Any surprises for Mallory in his first stint as a head coach?

“It takes a lot of time, I won’t lie,” he said. “As an example, I was here at 6 a.m. the other day and didn’t leave until 2 the next morning. That’s not normal, but it happens. You want to get it right.”

(Tuesday: Howard coach Mark Teague)

(E-mail Larry Fleming at larryfleming44@gmail.com and follow him on Twitter @larryfleming44)

 


Hamilton Heights Girls Win Twice In Hoops For Harvest Event

The Hamilton Heights Lady Hawks continued their unblemished start to the basketball season Saturday with two wins in the Hoops for Harvest event in Kentucky. The Lady Hawks beat Mercer County 76-65 as the two teams combined for 18 3-pointers and then walloped Mercy Academy 78-41 that saw Hamilton Heights drain 11 3s. Those two wins pushed the Lady Hawks’ overall record ... (click for more)

Lee Men Win 86-70 In Gulf South Opener

Getting plenty of balance from up and down the lineup and knocking down 12-of-21 3-point attempts, the Lee men’s basketball team opened its portion of Gulf South Conference play with a convincing 86-70 victory over previously unbeaten Shorter University.   Spurred on by an excellent Saturday evening crowd, the Flames led 39-28 at the halftime break and built an 18-point ... (click for more)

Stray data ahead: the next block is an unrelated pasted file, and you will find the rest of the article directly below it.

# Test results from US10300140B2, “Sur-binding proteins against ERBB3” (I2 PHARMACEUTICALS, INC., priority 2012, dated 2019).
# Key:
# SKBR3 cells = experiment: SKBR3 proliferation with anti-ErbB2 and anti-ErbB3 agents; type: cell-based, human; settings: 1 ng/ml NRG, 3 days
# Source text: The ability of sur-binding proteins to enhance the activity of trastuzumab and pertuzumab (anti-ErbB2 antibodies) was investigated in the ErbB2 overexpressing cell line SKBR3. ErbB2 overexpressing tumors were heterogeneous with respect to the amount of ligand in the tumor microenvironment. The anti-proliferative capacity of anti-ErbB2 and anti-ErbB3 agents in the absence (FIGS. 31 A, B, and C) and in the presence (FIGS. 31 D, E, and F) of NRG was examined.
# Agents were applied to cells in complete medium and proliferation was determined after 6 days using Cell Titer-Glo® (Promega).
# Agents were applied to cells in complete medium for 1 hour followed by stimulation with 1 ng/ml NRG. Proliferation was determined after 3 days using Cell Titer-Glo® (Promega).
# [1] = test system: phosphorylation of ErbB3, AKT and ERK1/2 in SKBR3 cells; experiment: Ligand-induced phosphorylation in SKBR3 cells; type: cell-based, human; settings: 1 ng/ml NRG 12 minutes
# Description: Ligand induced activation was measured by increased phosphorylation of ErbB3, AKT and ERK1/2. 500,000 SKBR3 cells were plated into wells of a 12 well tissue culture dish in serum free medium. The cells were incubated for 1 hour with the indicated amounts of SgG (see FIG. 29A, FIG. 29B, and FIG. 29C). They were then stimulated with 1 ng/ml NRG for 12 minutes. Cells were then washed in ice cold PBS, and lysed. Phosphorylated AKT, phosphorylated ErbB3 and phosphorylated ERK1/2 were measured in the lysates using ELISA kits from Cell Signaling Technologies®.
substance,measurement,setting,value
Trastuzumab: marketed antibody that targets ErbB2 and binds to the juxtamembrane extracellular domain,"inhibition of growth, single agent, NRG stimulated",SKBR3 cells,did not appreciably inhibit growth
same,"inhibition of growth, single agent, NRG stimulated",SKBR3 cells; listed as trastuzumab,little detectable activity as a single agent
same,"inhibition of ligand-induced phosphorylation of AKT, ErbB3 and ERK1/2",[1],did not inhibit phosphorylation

Signal Mountain Council Looking Into Taking Over Schools

A new group of Signal Mountain Town Council members is looking into taking over county schools within the town boundaries.   Two newly elected board members, Amy Speek and Dan Landrum, joined the council Friday afternoon at the first work session after the election. The election of mayor and vice mayor for the next two years came first on the agenda. Dick Gee, mayor ... (click for more)

East Ridge Meth Dealer Gets 168 Months In Federal Prison

A man that agents said was dealing large quantities of meth from his East Ridge residence has been sentenced to serve 168 months in federal prison. Kenneth Lemons appeared before Judge Curtis Collier. Agents said they made several controlled drugs buys from Lemons at his residence in 2015. On Oct. 27, 2015, he drove up to a residence where DEA agents were making a controlled ... (click for more)

Tennessee River Gorge Trust Trail Warriors Make You Want To Take A Hike

Trail warriors of the Tennessee River Gorge Trust make you want to take a hike.  The Tennessee River Gorge Trust staff and volunteers make a huge difference in the Chattanooga community and have been making the outdoor areas around the River Gorge clean and protected for more than 30 years.  They deserve to be recognized and praised for all of the hard work they have ... (click for more)

Roy Exum: Why Our Schools Stink

Cheryl Roddy has spent her lifetime, for the biggest part, as a teacher for the Hamilton County Department of Education and, more specifically, at East Ridge High School. She has loved teaching there for nearly 40 years and is hardly “average;” she has her master's degree in education, was twice East Ridge’s teacher of the year, was the first teacher at East Ridge to reach the first ... (click for more)